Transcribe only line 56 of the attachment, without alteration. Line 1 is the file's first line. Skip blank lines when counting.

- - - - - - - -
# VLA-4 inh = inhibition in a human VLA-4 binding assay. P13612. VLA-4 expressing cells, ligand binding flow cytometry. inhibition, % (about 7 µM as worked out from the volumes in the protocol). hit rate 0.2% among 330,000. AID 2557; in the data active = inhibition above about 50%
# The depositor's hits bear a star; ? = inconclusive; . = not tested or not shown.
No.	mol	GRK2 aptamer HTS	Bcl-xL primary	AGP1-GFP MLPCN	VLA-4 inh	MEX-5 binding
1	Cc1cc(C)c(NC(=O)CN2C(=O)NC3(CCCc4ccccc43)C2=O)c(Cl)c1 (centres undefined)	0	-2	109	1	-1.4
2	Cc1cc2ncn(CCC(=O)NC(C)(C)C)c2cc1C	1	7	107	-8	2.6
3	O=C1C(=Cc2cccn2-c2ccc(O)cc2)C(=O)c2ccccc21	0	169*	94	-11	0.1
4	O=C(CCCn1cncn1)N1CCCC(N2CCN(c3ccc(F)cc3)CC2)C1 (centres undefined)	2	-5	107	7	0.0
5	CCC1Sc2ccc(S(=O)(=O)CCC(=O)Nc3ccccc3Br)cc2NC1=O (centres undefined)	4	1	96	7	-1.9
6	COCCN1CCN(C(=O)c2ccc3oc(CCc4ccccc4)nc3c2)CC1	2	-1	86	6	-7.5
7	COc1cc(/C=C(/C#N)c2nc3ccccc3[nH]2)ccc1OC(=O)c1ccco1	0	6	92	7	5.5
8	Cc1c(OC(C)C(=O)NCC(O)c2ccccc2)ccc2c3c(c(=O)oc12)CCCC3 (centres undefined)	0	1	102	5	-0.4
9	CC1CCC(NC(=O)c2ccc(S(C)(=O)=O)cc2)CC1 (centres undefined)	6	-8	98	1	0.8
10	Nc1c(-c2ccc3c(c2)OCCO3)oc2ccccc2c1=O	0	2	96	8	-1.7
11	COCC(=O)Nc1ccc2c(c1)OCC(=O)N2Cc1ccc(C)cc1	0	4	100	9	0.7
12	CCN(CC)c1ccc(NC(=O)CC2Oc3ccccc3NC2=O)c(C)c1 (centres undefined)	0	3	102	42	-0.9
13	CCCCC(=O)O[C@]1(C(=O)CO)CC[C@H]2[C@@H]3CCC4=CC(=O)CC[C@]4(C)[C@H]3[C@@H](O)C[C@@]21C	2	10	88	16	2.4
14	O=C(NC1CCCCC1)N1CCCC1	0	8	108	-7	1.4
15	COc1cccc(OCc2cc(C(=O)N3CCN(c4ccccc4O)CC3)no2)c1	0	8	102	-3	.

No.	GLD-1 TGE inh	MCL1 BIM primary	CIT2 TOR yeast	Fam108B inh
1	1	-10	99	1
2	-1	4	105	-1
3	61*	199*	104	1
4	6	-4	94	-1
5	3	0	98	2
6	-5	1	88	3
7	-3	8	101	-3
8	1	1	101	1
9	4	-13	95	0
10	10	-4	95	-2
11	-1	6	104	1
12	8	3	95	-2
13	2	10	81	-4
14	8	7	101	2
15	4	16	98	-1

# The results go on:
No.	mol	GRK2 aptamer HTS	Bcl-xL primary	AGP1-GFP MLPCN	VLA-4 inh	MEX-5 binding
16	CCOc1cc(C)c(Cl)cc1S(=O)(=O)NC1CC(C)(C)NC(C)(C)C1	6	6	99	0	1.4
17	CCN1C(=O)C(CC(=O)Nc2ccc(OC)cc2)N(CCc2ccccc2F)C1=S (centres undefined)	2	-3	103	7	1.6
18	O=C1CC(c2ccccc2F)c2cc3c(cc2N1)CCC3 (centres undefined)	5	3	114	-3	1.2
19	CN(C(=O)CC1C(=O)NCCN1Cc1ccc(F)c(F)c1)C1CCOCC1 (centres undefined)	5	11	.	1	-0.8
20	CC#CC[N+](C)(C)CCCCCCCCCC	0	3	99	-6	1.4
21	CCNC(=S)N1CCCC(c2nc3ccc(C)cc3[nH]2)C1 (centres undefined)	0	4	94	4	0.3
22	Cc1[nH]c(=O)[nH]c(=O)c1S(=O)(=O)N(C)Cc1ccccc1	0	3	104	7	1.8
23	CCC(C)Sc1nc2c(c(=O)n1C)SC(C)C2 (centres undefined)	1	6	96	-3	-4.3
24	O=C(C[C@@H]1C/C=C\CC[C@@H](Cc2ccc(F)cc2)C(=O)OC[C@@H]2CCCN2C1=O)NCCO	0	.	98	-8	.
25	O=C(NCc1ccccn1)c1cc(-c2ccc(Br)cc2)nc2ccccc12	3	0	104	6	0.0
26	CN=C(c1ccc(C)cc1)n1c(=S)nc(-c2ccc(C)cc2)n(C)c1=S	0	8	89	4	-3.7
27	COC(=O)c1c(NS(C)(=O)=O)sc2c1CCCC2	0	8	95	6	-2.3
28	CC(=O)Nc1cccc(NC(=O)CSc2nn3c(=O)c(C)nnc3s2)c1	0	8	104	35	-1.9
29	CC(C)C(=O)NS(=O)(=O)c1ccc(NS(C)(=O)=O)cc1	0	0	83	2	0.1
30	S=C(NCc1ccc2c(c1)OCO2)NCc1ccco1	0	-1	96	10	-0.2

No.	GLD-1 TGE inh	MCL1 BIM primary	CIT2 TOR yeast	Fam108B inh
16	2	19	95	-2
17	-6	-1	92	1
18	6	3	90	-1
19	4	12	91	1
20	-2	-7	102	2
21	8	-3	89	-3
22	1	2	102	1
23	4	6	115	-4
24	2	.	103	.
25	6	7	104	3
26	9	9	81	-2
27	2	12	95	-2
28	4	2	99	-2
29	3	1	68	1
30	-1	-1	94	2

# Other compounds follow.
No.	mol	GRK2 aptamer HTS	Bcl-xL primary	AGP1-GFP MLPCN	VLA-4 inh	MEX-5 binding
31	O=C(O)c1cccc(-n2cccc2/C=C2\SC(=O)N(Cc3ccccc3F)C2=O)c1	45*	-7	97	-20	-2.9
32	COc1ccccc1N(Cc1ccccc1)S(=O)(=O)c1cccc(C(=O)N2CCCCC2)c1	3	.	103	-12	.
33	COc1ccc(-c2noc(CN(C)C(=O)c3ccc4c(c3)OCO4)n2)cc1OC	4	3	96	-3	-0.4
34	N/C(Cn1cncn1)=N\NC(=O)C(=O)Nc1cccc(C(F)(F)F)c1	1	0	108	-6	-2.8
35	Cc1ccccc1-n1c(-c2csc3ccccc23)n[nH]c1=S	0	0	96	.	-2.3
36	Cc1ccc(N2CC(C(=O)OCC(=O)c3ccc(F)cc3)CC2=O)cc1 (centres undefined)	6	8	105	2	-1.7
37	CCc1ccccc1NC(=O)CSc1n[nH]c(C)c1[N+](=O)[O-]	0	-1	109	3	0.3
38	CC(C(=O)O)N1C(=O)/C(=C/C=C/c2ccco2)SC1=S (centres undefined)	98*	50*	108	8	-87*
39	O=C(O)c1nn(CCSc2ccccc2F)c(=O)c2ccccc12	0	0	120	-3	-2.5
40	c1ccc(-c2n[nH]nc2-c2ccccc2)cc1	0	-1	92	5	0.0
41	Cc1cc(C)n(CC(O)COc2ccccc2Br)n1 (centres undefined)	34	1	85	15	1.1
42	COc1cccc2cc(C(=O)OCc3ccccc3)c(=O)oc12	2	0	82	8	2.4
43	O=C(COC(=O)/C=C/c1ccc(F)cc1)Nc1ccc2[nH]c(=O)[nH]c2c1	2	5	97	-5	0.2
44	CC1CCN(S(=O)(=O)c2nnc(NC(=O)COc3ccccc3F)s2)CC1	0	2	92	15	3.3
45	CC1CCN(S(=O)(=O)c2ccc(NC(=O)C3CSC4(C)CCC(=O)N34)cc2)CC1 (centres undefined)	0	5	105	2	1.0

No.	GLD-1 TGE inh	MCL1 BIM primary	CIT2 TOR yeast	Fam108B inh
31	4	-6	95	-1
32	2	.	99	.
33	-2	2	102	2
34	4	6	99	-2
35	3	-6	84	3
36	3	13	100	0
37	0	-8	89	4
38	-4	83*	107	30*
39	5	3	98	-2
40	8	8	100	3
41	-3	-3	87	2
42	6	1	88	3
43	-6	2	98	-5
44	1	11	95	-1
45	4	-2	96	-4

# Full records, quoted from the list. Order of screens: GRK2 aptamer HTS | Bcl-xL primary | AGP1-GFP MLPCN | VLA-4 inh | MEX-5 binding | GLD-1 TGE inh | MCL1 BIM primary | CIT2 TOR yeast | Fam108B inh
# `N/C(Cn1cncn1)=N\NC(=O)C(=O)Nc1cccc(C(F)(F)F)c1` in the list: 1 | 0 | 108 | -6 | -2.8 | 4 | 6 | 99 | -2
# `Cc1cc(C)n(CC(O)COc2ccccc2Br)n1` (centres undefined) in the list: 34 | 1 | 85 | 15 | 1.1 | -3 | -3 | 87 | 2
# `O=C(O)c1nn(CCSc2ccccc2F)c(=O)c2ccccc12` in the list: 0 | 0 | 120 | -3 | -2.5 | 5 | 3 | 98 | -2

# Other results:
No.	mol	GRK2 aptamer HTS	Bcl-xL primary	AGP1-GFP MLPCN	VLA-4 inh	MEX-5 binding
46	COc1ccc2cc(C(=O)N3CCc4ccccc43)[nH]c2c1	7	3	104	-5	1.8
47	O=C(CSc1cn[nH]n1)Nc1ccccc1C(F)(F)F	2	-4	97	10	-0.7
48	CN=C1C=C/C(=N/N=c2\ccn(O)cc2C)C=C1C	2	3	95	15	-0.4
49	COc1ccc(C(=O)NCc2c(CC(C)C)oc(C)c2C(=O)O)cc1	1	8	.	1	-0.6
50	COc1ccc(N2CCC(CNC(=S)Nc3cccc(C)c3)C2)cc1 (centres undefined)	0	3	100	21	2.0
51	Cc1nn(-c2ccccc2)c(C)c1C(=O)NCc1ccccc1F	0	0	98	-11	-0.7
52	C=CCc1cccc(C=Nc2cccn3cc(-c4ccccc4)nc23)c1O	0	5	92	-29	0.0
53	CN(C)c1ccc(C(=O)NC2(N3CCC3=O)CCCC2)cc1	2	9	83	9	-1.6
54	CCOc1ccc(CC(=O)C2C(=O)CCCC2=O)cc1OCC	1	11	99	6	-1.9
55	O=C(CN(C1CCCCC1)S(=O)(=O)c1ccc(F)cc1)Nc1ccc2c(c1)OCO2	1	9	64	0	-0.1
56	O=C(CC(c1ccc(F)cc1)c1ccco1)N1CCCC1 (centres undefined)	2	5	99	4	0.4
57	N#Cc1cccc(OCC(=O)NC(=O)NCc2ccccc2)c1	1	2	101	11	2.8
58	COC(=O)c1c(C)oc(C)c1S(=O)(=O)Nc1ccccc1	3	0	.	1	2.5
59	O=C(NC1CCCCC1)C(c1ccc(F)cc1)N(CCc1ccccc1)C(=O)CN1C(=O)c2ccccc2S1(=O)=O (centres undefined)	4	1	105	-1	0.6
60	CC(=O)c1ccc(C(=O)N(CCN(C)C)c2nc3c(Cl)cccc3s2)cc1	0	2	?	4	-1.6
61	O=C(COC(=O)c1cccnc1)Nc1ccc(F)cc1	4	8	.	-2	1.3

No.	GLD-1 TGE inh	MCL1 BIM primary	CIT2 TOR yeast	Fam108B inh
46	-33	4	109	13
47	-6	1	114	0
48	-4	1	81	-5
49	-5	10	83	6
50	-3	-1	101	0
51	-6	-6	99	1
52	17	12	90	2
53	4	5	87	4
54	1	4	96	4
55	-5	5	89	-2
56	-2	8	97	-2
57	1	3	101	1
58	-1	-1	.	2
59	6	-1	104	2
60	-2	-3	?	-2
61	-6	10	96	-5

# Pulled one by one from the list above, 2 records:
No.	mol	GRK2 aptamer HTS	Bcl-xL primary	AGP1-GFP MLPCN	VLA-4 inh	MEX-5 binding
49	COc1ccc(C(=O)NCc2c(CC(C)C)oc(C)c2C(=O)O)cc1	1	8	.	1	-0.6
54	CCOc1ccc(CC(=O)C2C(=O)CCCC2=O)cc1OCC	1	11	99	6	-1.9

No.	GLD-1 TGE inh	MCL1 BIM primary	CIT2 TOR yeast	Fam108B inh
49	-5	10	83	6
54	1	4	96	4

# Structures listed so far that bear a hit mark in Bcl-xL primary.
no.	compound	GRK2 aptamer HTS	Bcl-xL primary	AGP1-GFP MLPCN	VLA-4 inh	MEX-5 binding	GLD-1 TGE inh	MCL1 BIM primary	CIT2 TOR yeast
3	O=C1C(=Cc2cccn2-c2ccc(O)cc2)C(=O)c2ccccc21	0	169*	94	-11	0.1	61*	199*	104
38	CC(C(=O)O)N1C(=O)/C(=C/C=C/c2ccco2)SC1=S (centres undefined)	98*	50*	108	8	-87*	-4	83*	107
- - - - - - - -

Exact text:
19	4	12	91	1